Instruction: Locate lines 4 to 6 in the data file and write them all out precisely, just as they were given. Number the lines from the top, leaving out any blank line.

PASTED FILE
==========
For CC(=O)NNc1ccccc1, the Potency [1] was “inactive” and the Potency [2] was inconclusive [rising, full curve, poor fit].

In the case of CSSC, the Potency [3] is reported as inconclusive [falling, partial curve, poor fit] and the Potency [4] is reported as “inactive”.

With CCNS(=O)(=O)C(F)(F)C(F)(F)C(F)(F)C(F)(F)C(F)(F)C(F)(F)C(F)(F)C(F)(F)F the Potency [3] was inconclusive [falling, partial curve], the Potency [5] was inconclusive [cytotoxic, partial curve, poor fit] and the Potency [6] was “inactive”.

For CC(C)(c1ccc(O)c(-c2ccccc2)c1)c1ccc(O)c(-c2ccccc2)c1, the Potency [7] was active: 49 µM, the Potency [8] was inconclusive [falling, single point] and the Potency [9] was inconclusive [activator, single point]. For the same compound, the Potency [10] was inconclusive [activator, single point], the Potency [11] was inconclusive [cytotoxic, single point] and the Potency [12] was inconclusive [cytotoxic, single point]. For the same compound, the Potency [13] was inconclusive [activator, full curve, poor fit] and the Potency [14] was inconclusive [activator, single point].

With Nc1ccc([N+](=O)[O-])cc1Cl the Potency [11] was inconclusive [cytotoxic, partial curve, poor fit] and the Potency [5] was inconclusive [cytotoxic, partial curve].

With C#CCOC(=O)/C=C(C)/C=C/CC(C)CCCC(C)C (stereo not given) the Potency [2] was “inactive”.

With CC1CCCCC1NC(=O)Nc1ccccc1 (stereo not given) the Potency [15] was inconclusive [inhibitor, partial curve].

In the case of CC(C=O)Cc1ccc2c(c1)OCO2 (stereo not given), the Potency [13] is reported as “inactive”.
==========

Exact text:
For CC(C)(c1ccc(O)c(-c2ccccc2)c1)c1ccc(O)c(-c2ccccc2)c1, the Potency [7] was active: 49 µM, the Potency [8] was inconclusive [falling, single point] and the Potency [9] was inconclusive [activator, single point]. For the same compound, the Potency [10] was inconclusive [activator, single point], the Potency [11] was inconclusive [cytotoxic, single point] and the Potency [12] was inconclusive [cytotoxic, single point]. For the same compound, the Potency [13] was inconclusive [activator, full curve, poor fit] and the Potency [14] was inconclusive [activator, single point].

With Nc1ccc([N+](=O)[O-])cc1Cl the Potency [11] was inconclusive [cytotoxic, partial curve, poor fit] and the Potency [5] was inconclusive [cytotoxic, partial curve].

With C#CCOC(=O)/C=C(C)/C=C/CC(C)CCCC(C)C (stereo not given) the Potency [2] was “inactive”.